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Trevor Iserhoff jumped at the opportunity when Darrin Nicholas offered him a new position.
Nicholas, commissioner of the Superior International Junior Hockey League (SIJHL), phoned Iserhoff, a 40-year-old member of Moose Cree First Nation in northern Ontario, to ask him if he’d be interested in becoming the SIJHL’s director of inclusion and diversity.
“He told me to think about it and I already wanted to say yes,” Iserhoff said. “I didn’t really want to think about it too much because I knew this role was important. It was a quick yes.”
The news became official on Monday. The SIJHL initiative is part of a bigger strategy throughout the Canadian Junior Hockey League (CJHL), which consists of nine Junior A circuits across the country.
CJHL officials are keen to become leaders in diversity issues and take steps to eliminate all forms of racism while providing support to minority players in the sport.
“Darrin said I was the first person he thought of how he was going to ask,” Iserhoff said. “It’s a big honour for me.”
Iserhoff, who lives in Kenora, made his share of headlines last October when the Thunder Bay-based Kam River Fighting Walleye named him as their First Nations scout.
Iserhoff became the only CJHL scout assigned the specific task to seek out players from First Nations.
He will continue on with this role with the Fighting Walleye while taking on his SIJHL position.
Iserhoff will also represent the SIJHL by serving on the CJHL’s national diversity and inclusion committee.
It’s unknown how quickly other leagues across the country will be naming their own diversity and inclusion directors.
“Darrin just wanted to start things off quick,” Iserhoff said. “But I know the whole CJHL has come up with a plan, so eventually I know leagues will start implementing this plan they made up.”
The SIJHL currently consists of seven teams, including five in northern Ontario. Besides the Fighting Walleye, the other Ontario-based clubs are the Dryden Ice Dogs, Fort Frances Lakers, Red Lake Miners and Thunder Bay North Stars.
The league also includes Minnesota’s Thief River Falls Norskies and the Wisconsin Lumberjacks.
The SIJHL has already announced it will expand to eight franchises for the 2022-23 campaign when a team from Sioux Lookout in northern Ontario is added.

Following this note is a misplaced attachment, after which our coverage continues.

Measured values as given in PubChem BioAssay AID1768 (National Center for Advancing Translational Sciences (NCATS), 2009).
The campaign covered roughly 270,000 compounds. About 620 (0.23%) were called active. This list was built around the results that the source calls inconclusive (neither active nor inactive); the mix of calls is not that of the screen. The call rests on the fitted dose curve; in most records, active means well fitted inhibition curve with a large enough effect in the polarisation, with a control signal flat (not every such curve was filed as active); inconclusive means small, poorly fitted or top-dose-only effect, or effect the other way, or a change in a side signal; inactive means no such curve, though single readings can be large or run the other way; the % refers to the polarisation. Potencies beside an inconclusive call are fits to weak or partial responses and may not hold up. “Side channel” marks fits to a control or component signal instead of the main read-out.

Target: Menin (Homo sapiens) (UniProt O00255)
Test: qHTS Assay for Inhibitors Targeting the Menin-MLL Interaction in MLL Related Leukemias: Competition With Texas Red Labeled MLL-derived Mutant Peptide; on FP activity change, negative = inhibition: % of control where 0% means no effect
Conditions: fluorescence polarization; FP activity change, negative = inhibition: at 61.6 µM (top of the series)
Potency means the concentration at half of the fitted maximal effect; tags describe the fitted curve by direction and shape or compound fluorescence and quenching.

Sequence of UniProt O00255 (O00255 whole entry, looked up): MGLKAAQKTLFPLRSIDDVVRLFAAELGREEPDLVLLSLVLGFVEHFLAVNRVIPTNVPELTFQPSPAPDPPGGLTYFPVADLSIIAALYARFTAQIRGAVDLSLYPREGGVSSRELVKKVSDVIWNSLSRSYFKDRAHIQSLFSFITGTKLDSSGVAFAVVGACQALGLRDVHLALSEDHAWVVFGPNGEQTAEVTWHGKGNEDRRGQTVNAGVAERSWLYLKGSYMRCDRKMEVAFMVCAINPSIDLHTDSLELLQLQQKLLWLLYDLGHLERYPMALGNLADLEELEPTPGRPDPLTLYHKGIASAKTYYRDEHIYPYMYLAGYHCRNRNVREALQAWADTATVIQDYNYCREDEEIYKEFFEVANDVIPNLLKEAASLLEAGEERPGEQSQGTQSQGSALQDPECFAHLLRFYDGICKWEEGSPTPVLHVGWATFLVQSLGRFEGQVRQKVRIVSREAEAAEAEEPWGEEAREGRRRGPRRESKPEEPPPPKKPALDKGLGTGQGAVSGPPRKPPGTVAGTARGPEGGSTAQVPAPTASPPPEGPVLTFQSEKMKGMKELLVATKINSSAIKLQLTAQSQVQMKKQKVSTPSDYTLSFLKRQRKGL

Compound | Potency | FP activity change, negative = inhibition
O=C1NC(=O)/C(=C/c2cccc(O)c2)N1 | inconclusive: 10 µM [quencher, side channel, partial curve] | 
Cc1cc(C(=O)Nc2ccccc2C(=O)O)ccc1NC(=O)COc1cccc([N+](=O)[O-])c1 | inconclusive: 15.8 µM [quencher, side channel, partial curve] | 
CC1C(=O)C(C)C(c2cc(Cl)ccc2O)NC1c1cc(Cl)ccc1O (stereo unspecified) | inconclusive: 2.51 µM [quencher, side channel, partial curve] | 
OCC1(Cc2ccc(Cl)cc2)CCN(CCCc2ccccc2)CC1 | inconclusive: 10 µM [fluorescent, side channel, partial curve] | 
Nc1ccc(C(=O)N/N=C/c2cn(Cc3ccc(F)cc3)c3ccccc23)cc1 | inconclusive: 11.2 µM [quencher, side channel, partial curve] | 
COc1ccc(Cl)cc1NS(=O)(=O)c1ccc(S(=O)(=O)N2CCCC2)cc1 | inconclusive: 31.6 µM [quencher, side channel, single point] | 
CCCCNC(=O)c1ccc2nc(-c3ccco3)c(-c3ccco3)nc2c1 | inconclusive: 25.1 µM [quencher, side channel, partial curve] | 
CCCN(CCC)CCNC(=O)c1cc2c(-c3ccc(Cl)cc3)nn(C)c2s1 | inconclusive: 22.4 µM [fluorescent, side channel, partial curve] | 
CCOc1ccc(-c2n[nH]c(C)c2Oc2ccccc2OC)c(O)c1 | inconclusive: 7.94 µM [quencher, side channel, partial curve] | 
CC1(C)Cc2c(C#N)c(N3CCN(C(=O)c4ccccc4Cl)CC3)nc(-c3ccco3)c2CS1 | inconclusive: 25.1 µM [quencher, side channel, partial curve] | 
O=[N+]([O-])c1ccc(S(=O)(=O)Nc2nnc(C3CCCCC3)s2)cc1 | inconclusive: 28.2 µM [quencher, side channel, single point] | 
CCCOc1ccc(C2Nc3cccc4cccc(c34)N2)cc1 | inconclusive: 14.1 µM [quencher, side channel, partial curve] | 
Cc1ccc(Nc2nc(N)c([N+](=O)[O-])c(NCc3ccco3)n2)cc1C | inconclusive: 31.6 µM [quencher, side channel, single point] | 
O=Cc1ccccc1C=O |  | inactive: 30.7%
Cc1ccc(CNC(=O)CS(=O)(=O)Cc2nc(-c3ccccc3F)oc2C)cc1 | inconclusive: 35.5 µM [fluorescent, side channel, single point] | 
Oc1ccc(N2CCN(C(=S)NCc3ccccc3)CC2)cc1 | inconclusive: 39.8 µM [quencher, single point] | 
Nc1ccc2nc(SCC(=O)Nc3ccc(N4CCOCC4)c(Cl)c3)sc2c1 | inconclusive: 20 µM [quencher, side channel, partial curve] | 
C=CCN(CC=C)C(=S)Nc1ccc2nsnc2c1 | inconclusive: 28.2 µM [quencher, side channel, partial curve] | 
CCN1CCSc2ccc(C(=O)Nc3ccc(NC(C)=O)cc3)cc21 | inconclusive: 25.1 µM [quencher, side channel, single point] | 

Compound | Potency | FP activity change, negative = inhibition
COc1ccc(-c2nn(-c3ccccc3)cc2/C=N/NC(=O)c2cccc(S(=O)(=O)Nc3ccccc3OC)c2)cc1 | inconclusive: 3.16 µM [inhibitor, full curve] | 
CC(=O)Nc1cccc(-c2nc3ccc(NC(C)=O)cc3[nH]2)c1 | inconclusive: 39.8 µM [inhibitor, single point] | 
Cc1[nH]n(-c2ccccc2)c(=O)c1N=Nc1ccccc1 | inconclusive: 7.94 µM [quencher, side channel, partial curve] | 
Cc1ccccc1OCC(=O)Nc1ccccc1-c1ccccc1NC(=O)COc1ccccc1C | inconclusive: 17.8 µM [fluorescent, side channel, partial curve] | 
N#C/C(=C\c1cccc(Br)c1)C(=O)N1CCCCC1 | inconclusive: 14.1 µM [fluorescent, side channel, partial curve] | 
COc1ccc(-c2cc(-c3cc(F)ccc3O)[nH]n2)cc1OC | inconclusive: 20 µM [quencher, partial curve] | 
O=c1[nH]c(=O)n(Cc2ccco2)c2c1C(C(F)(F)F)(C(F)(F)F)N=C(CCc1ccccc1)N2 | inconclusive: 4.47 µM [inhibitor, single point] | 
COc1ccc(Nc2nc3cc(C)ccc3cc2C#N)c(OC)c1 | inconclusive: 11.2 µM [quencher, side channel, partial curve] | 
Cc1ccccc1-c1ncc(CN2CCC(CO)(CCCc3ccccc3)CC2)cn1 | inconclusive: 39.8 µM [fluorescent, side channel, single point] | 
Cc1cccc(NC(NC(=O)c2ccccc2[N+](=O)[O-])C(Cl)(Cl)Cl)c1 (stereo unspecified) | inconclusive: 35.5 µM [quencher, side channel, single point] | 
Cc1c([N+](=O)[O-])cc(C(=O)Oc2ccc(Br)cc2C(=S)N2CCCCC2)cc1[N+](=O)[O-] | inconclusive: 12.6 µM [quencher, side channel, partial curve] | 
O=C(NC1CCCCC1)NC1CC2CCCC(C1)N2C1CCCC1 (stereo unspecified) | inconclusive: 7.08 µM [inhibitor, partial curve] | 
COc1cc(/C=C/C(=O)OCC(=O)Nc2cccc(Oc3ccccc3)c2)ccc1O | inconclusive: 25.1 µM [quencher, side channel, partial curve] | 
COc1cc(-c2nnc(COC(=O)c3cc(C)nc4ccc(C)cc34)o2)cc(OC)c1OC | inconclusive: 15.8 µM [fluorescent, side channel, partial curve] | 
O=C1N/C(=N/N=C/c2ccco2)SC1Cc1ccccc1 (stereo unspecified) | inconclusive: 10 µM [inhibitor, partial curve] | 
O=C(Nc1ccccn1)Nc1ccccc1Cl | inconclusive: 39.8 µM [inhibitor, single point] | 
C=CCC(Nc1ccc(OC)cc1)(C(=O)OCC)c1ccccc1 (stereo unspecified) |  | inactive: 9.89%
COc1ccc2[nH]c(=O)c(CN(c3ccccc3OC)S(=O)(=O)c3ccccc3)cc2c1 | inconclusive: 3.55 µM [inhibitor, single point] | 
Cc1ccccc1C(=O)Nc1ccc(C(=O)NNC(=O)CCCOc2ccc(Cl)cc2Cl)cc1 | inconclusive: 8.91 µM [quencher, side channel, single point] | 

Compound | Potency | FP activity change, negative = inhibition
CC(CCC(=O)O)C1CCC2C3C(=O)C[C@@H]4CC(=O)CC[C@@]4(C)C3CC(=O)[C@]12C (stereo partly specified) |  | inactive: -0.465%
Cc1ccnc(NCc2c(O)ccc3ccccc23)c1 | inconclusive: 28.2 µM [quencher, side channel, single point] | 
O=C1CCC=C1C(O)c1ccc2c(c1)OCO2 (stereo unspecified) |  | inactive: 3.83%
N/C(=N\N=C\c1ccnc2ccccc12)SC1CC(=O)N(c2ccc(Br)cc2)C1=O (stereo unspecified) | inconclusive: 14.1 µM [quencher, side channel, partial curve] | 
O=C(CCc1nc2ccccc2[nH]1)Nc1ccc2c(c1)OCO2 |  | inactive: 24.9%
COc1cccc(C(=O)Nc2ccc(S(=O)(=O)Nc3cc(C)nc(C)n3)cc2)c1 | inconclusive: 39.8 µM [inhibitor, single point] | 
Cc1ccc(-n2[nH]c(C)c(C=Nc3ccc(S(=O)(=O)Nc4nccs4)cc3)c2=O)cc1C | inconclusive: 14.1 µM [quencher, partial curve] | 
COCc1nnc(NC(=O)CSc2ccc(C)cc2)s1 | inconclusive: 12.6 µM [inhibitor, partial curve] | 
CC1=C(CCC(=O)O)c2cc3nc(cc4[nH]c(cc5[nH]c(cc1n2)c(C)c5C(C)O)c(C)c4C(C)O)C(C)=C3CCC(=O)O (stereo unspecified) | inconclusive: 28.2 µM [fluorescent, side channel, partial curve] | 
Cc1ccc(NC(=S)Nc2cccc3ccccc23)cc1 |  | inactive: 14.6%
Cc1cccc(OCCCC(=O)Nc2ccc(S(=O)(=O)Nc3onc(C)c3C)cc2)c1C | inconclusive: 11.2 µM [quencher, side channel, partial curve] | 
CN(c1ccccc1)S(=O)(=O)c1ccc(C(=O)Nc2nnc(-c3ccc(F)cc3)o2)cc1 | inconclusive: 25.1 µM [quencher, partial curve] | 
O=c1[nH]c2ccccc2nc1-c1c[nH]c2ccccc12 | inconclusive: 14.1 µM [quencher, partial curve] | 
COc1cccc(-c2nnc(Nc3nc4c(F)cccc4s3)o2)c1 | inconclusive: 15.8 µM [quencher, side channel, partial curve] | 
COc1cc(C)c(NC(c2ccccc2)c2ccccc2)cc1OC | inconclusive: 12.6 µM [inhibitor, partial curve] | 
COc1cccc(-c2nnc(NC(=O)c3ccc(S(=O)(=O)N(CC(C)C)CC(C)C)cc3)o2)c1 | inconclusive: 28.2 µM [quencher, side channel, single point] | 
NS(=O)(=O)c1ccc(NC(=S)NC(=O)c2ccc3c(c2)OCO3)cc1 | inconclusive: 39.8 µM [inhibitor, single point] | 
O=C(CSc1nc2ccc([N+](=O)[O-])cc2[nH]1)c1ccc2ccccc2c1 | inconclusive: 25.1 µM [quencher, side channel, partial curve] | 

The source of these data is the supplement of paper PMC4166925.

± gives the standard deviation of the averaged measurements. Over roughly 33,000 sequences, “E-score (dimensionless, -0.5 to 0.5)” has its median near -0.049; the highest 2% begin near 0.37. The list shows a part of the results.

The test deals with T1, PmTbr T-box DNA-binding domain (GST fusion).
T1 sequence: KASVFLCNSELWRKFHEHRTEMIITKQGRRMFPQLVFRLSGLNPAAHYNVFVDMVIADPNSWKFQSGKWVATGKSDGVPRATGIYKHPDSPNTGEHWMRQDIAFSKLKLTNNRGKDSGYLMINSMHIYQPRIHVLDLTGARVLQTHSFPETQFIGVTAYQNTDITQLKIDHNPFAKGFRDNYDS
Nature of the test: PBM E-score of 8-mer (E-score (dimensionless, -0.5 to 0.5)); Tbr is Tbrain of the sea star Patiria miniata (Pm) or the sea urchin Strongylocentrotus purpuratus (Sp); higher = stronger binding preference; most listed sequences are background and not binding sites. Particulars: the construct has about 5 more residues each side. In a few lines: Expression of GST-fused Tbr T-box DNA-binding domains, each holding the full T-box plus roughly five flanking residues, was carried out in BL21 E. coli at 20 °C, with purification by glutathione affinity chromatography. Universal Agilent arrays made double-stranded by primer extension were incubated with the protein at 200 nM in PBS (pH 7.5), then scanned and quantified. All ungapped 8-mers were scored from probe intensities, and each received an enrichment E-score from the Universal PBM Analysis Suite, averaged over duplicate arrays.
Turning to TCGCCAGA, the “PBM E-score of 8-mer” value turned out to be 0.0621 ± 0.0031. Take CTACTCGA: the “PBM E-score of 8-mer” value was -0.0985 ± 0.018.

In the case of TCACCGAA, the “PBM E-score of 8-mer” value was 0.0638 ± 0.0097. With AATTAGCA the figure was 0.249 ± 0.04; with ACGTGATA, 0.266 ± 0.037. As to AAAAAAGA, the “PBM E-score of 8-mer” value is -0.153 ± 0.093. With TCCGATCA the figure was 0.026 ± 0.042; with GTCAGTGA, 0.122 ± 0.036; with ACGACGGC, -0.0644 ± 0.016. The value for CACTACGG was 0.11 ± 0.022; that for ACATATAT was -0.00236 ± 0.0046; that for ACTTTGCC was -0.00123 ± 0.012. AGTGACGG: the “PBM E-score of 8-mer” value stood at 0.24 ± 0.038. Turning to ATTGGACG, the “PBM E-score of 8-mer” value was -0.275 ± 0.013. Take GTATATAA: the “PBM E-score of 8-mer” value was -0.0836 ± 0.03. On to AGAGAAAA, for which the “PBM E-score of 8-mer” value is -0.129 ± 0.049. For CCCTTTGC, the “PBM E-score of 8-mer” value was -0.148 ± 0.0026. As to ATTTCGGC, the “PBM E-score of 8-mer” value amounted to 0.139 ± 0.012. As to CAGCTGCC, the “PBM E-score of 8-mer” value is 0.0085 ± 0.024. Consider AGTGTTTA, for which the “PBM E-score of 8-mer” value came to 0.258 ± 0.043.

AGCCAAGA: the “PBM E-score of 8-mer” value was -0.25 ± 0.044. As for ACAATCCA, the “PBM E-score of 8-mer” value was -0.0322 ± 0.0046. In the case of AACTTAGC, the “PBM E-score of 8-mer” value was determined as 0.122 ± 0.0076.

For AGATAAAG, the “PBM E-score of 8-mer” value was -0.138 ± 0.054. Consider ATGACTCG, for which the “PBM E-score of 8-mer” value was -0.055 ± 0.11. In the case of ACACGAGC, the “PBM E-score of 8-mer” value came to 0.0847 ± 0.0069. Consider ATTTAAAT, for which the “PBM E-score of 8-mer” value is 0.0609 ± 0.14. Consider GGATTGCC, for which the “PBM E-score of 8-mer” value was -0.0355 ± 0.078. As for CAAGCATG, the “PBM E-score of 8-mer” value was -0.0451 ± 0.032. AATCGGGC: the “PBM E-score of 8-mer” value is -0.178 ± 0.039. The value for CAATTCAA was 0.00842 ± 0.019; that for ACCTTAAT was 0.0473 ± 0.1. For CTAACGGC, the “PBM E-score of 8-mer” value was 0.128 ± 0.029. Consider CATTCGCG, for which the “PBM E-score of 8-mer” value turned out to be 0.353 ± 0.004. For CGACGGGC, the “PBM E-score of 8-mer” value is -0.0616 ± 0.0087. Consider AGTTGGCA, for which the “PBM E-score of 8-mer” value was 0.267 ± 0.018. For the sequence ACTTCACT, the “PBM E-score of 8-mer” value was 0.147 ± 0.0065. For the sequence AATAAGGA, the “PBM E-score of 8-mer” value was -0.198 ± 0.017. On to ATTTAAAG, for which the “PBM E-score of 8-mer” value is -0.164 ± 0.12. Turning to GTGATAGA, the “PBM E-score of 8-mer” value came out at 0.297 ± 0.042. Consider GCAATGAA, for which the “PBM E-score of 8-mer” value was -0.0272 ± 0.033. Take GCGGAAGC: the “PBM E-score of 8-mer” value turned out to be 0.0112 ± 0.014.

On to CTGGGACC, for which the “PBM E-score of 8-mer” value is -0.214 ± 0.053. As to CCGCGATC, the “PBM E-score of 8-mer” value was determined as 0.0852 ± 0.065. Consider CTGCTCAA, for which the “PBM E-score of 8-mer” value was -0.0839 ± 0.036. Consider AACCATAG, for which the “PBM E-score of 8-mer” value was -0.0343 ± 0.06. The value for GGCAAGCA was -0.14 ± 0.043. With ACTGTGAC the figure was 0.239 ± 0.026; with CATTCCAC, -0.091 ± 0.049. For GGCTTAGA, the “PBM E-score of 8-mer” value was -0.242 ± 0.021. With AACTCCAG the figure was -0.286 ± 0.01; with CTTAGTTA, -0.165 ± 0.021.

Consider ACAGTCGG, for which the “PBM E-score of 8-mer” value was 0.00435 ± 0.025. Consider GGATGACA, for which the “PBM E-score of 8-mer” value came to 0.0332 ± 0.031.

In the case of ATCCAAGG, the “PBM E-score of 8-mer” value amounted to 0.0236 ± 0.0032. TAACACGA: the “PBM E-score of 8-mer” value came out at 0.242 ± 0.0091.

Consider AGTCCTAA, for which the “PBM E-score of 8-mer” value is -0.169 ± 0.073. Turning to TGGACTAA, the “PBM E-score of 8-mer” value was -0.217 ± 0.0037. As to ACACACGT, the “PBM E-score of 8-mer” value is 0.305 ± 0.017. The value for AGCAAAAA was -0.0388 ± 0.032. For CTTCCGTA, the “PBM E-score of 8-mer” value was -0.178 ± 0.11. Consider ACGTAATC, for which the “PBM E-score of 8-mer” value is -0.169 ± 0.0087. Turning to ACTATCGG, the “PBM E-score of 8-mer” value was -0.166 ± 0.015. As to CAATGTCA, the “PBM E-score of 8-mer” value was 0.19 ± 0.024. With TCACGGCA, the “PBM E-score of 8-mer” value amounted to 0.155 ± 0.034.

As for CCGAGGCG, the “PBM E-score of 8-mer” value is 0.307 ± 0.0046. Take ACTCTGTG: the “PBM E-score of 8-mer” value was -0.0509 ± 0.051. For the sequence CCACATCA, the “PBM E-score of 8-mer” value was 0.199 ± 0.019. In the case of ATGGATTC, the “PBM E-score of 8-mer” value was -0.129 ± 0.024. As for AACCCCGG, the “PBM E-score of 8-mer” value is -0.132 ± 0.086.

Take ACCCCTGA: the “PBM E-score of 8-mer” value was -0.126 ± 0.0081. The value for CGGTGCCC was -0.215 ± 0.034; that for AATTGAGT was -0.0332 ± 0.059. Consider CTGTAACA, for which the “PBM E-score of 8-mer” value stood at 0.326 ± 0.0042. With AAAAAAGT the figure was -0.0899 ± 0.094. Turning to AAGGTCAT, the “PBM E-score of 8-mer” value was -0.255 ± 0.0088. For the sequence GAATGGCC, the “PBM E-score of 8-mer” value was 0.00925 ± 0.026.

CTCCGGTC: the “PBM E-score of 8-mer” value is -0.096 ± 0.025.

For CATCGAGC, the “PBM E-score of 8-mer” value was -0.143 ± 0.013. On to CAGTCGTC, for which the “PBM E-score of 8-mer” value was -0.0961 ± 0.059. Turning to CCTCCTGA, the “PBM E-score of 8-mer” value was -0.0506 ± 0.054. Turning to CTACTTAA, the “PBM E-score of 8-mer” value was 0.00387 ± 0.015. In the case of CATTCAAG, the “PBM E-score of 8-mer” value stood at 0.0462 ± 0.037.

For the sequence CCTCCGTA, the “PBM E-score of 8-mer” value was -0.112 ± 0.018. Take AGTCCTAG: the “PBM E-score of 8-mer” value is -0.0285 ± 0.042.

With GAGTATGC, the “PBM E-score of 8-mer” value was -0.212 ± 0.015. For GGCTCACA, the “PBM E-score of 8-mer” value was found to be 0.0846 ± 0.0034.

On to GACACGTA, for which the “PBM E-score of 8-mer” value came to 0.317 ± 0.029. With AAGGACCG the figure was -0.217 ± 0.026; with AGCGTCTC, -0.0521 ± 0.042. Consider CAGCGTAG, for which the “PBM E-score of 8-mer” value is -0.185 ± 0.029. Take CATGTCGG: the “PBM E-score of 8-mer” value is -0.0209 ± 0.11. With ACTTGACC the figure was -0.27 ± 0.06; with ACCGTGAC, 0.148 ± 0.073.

Nicholas believes it is important to bring in Iserhoff as the league’s director of inclusion and diversity.
“It’s something that maybe affects our league more than others,” Nicholas said. “There’s a huge Indigenous population in our part of the country that we draw players from. And we do have Indigenous players that find themselves onto our rosters.”
Nicholas said Hockey Canada, the sport’s governing body in the country, has been putting a lot of recent energy into diversity and inclusion initiatives.
“Now they’re asking the leagues to get more involved,” he said.
Iserhoff’s appointment is a step in that direction.
“We’re going to be trying to work with Trevor and have our players, our staff and our officials educated on Indigenous issues,” Nicholas said.
Iserhoff is not entirely certain of all the details of how his new role will play out.
“I’m sure I’ll be talking to teams about racism and the do’s and don’ts, keep in touch with them and if anybody has any questions or concerns they can reach out to me and I’ll help the player or the team with whatever issues that they have,” he said.
Iserhoff said his new position is for all minority players and not just Indigenous ones.
“It’s for everyone,” he said. “I know there are a lot of different backgrounds in the league. And I’m more than happy to help anyone that has issues on or off the ice.”
The SIJHL has yet to release its 2021-22 regular season schedule. But the league traditionally begins action in September.
Iserhoff is keen to get started with his new position.
“I love hockey and I want to give back to the game and I think this is just a perfect time for me to help out the league,” he said. “It would just be good for everyone to be on the same page and learn as one and move forward and try to eliminate racism and stereotyping and all the prejudice that comes with it. Unfortunately, it’s in hockey and I would love to see it gone from the game.”
Iserhoff added he believes he has several attributes that will assist him with his position.
“I played the game,” he said. “I’m a minority and I’m First Nations so I’d be able to understand what the players are going through. I also moved away from home to play hockey so I know what it takes and how the kid feels being homesick. I have teenagers now too so I think I would be able to talk to them as a former player and as kind of a parent role.”
Though he’s waiting for some league direction, Iserhoff believes he will start off by participating in phone or Zoom calls with SIJHL players and teams. There could possibly be some travel involved down the road.
“If a team wanted me to come and speak I would go and travel,” he said. “It would be something really neat to see and to experience, talking to each team about this program that the league is starting.”
Iserhoff is also eager to work alongside other inclusion and diversity directors who will sit on the national CJHL committee.
“That would be great,” he said. “I’d be more than happy to take whatever advice they have from their league and implement it into our league or have them take advice from me and use in their league. It would be good if we all worked together as one and totally helped the junior league be successful.”
By Sam Laskaris, Local Journalism Initiative Reporter, Windspeaker.com, Windspeaker.com